“Everyone is talking about innovation,” starts Jean-Rémi Gratadour, executive director of the HEC Paris Digital Center. “But the question is how you bring this innovation into [existing] organizations.”
That’s one of the biggest challenges facing leadership in the digital age, he thinks, and one that HEC Paris aims to tackle through its new MBA specialization in Digital Innovation.
Organizations need innovation today, says Jean-Rémi, and it’s his job to ensure outgoing MBA students from HEC Paris can organize their teams effectively to implement digital strategy wherever they go.
“I joined the HEC Paris MBA with the goal of becoming a strategy consultant in Europe,” says Nikhil Deshpande, part of the MBA class of 2019.
“After speaking with consultants across countries, I realized that a critical issue affecting organizations today is the advent of digital. I wanted to supplement my profile with the requisite skills in the digital space. This is why I chose the Digital Innovation Specialization.”
The Digital Innovation specialization is one of seven MBA specializations the school offers—the others are in Sustainable & Disruptive Innovation, Advanced Management, Entrepreneurship, Finance, Marketing, and Strategy.
Real-time business projects
The first part of the specialization focuses on managing digital innovation in a B2C service; the second on managing transformation within large companies in the industrial sector.
In the first phase, students are split into groups of four or five, and work for two to three weeks on a real-time business challenge set by the executive of a partnering company.
This year, says Jean-Rémi, students worked with Japanese e-commerce company, Rakuten. Their goal was to help imagine new services that would augment the company’s B2C offering, and help it compete more in the global market.
After working with their teams for up to three weeks, each group then faces the final jury, where executives from the company grade them on their proposition.
“This year, the three best projects were direct projects the company were already working on,” says Jean-Rémi. “They are very interested in the approach of the students, bringing value to something they are already working on.”
Digital Transformation participant, Liviu Teodorescu, also part of the MBA class of 19 at HEC Paris, says he chose the program because it is very hands-on. “Working with large global companies showed real-world pain points and challenges across industries, allowing us to work together to provide realistic solutions,” he explains.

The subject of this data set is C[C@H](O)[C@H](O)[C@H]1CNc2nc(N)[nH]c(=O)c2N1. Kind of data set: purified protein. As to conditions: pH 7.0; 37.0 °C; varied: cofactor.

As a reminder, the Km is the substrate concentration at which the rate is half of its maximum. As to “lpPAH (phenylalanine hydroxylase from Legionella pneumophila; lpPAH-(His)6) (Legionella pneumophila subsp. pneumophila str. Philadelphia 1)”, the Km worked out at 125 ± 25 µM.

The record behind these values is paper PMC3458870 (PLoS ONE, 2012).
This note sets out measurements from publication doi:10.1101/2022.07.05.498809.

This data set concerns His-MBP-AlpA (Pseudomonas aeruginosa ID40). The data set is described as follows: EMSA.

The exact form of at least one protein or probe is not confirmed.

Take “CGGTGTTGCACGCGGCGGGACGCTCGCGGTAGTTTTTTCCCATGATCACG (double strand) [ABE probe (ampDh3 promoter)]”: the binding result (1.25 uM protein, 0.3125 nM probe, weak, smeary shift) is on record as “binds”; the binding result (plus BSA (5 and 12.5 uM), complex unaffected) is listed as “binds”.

The second part of the HEC Paris MBA Digital Innovation specialization teaches students about dealing with consulting within digital transformation. There is the same approach, and students again work with corporate partners on real-time projects.
All of this translates into the best approach for teaching MBAs in the digital age.
“When you are learning about technology, in two to three years everything is out of date and you have to go back to school and learn again,” says Jean-Rémi. “We focus on how to improve their ability to work together to solve problems, and how to share different skills to find a solution.
“The fact is, when you are teaching people this way you are teaching them how to use fundamental skills and improve these skills to create solutions.
“It’s an approach the students like very much, because it makes them creative and innovative, and it brings value to the company as they can present their work directly.”
World's largest startup campus
It’s not all about corporate companies on the specialization either. Students visit Station F, the world’s biggest startup campus backed by French businessman, Xavier Niel, and also the location of the HEC Paris startup incubator.
They visit the campus while students are working on creating their innovative service. Jean-Rémi explains that it helps to immerse them in an environment where creativity and innovation seep out of every pore.
HEC Paris has 75 startups in Station F. On their visit, students meet the founders of two startups who are around two years into development.
“We created this interaction because [executives] are able to teach the students about their company. After that, they ask them to make a proposition to help the startups improve their ideas,” says Jean-Rémi.
“We try to get the students to understand the process they’re going through.”
The whole specialization educates HEC Paris MBA students on the processes necessary for successful innovation implementation into a company today. The answer, then, to the question posed by Jean-Rémi at the start.
“We think when they understand the theme, they can reintroduce it whenever they need to in everyday life,” he asserts.
“If they want to find a solution to a business issue, or create a service or their own startup, or if they need to be innovative inside a company, they will know how to reproduce this innovation.”
Innovation for life
The mentality aims to serve HEC Paris MBAs for their entire careers. But, although he launched the specialization with this approach in mind, Jean-Rémi says that he has been pleasantly surprised with what he has learned from the students.
Something he says he didn’t have in mind when they launched was the direct consequence the diversity of the HEC Paris MBA cohort would have on the specialization—the current cohort consists of 92% international students.
“We work in a western country and have a common vision of digital processes. When students come from all over the world you have to keep in mind that their vision of innovation and digital is linked to their cultural background,” he explains.
“It’s not just about knowledge, but about the ability to create linked to your cultural background. What came out was very impressive, sometimes really astonishing.”